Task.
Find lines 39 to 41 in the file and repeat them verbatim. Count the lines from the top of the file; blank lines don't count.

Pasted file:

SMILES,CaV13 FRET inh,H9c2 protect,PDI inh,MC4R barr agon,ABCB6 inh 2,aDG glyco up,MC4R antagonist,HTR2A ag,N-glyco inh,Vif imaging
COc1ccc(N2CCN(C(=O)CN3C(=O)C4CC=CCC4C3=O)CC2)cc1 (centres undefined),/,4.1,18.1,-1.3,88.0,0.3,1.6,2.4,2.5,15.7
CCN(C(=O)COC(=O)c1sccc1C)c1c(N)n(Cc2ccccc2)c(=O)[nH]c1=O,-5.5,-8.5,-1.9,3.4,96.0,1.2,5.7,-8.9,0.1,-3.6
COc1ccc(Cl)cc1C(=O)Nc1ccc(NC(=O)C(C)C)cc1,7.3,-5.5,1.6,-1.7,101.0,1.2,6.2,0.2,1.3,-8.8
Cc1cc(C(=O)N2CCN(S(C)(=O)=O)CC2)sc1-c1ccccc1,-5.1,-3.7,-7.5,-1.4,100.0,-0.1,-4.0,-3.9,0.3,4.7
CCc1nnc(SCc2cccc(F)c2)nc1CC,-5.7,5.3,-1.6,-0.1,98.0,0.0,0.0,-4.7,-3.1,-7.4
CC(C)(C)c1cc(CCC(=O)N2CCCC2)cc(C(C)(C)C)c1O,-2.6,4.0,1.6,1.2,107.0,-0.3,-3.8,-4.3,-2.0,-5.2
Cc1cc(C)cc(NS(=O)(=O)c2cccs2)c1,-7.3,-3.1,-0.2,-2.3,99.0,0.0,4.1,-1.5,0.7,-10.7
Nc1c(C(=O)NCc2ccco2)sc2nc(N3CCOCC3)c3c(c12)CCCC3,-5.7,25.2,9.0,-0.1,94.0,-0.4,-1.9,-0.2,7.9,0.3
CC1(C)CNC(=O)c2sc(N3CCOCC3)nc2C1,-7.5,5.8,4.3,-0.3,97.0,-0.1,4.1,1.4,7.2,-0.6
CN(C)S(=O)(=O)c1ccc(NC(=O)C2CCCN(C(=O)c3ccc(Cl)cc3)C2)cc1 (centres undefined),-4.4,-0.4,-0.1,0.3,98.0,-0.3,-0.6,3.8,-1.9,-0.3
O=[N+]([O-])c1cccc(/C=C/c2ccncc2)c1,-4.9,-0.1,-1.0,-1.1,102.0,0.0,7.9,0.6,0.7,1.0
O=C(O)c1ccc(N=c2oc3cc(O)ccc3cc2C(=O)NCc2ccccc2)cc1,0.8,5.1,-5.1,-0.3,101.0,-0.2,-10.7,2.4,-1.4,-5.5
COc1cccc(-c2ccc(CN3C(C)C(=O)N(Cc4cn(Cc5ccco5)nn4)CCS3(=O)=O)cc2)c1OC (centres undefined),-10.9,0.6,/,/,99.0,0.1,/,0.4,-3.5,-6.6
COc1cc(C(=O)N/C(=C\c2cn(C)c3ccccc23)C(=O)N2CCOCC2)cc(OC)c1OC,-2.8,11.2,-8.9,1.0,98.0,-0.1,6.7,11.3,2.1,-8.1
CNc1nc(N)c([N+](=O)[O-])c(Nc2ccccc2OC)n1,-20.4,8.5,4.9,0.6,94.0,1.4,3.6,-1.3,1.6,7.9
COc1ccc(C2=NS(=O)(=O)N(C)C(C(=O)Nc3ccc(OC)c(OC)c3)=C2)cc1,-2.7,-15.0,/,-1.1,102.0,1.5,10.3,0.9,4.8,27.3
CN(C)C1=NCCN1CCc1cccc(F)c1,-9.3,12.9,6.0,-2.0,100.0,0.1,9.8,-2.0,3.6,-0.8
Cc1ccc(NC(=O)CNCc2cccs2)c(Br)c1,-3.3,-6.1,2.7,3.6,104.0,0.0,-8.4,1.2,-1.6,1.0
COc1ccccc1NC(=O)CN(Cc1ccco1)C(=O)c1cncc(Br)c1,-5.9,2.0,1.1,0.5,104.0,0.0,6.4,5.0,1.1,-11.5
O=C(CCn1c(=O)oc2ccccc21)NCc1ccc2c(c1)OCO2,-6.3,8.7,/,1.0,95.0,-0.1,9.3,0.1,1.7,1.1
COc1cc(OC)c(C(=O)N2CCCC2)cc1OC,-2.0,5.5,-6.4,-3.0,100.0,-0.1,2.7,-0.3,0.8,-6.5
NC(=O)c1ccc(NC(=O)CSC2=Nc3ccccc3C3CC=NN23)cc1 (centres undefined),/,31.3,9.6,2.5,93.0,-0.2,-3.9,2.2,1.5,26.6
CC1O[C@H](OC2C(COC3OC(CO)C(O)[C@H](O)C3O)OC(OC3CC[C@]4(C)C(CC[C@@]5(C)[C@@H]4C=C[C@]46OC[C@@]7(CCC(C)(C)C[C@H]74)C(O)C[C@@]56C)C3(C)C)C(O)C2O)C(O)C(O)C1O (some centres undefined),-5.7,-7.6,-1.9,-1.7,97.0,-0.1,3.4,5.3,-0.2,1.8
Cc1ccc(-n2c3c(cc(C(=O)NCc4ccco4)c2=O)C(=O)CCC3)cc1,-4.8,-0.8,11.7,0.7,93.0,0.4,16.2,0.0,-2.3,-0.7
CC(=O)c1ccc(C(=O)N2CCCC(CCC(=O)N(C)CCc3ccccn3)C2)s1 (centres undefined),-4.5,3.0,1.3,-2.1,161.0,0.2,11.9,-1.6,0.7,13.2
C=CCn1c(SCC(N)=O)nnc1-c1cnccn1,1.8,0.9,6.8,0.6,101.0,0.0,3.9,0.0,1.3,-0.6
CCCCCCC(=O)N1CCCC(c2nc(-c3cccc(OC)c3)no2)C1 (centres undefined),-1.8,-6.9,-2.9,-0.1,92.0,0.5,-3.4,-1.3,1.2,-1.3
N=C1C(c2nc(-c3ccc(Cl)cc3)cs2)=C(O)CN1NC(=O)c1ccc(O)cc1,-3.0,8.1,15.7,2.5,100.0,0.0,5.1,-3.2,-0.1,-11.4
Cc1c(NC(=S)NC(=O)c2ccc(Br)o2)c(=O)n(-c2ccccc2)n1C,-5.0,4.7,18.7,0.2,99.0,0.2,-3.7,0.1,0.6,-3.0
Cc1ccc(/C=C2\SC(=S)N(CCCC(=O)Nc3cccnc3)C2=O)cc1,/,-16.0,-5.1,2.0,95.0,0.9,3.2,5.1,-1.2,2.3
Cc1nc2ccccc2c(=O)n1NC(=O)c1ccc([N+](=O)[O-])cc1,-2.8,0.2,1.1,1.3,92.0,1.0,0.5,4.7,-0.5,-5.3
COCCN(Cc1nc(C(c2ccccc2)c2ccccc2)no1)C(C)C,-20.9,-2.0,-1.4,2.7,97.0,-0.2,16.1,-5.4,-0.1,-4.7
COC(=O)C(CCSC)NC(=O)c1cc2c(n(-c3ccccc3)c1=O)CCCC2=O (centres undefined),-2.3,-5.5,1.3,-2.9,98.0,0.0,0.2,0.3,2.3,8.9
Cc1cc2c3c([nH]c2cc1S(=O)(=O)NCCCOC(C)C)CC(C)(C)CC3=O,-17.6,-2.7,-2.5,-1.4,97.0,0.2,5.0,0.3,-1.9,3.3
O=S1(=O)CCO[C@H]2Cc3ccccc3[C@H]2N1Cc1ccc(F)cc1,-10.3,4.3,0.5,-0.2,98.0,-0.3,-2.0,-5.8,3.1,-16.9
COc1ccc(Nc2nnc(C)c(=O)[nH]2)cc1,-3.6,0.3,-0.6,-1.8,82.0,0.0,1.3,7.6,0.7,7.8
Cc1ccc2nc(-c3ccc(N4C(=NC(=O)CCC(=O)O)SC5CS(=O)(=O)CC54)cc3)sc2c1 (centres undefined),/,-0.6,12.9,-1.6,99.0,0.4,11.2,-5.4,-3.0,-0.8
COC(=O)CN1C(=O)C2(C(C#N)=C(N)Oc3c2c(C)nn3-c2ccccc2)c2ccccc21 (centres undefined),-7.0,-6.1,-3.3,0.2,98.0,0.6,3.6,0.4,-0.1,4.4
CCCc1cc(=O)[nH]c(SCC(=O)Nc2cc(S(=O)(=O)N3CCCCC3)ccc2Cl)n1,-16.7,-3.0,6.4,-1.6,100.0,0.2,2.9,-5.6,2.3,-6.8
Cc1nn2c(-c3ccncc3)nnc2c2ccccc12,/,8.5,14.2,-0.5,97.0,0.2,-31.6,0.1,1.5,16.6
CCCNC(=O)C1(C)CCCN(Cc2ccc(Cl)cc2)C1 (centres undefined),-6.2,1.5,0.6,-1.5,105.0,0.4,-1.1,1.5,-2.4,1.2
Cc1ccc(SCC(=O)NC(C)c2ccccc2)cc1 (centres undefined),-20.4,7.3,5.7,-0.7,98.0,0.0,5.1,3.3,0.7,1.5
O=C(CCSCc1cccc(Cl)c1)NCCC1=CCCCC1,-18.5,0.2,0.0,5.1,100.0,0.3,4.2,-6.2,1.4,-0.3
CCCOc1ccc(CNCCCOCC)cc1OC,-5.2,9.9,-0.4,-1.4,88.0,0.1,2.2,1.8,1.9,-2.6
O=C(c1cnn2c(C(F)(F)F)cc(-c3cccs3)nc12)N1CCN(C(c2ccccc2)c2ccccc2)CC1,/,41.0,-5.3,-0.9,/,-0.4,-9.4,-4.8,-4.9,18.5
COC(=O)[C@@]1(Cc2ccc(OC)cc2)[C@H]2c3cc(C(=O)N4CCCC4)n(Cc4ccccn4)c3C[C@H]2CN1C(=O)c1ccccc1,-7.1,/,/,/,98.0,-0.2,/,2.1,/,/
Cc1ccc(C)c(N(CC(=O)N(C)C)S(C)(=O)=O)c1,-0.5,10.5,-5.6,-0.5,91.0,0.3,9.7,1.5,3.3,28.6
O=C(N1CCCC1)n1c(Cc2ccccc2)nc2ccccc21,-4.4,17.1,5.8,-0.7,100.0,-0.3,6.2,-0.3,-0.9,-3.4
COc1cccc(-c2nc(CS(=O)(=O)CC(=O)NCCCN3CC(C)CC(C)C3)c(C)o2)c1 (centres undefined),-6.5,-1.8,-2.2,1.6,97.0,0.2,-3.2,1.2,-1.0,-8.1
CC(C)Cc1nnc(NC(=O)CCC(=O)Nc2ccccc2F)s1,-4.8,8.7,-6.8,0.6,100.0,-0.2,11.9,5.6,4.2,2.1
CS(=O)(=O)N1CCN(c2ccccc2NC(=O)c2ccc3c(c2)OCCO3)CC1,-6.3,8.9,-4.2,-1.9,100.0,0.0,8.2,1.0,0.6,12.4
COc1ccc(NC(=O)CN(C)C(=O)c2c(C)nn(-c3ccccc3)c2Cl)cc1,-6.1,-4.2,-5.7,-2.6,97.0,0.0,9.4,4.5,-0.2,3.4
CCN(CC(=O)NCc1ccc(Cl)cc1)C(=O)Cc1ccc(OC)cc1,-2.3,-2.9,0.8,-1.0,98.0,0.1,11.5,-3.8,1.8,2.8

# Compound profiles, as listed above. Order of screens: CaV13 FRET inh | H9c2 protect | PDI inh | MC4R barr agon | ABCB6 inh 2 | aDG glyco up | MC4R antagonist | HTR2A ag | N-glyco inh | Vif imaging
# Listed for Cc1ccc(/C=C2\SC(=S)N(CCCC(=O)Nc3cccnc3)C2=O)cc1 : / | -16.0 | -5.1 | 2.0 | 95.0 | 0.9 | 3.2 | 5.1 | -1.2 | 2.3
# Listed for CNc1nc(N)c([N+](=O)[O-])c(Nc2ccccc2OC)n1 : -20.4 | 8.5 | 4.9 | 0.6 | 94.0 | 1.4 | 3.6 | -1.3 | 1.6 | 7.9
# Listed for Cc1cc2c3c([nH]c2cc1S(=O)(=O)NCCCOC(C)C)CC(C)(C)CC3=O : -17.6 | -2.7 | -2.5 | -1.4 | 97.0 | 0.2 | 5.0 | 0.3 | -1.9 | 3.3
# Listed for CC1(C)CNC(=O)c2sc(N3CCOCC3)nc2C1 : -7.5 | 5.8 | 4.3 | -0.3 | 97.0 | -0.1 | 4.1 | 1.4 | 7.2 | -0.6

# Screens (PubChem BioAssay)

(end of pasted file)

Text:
COC(=O)CN1C(=O)C2(C(C#N)=C(N)Oc3c2c(C)nn3-c2ccccc2)c2ccccc21 (centres undefined),-7.0,-6.1,-3.3,0.2,98.0,0.6,3.6,0.4,-0.1,4.4
CCCc1cc(=O)[nH]c(SCC(=O)Nc2cc(S(=O)(=O)N3CCCCC3)ccc2Cl)n1,-16.7,-3.0,6.4,-1.6,100.0,0.2,2.9,-5.6,2.3,-6.8
Cc1nn2c(-c3ccncc3)nnc2c2ccccc12,/,8.5,14.2,-0.5,97.0,0.2,-31.6,0.1,1.5,16.6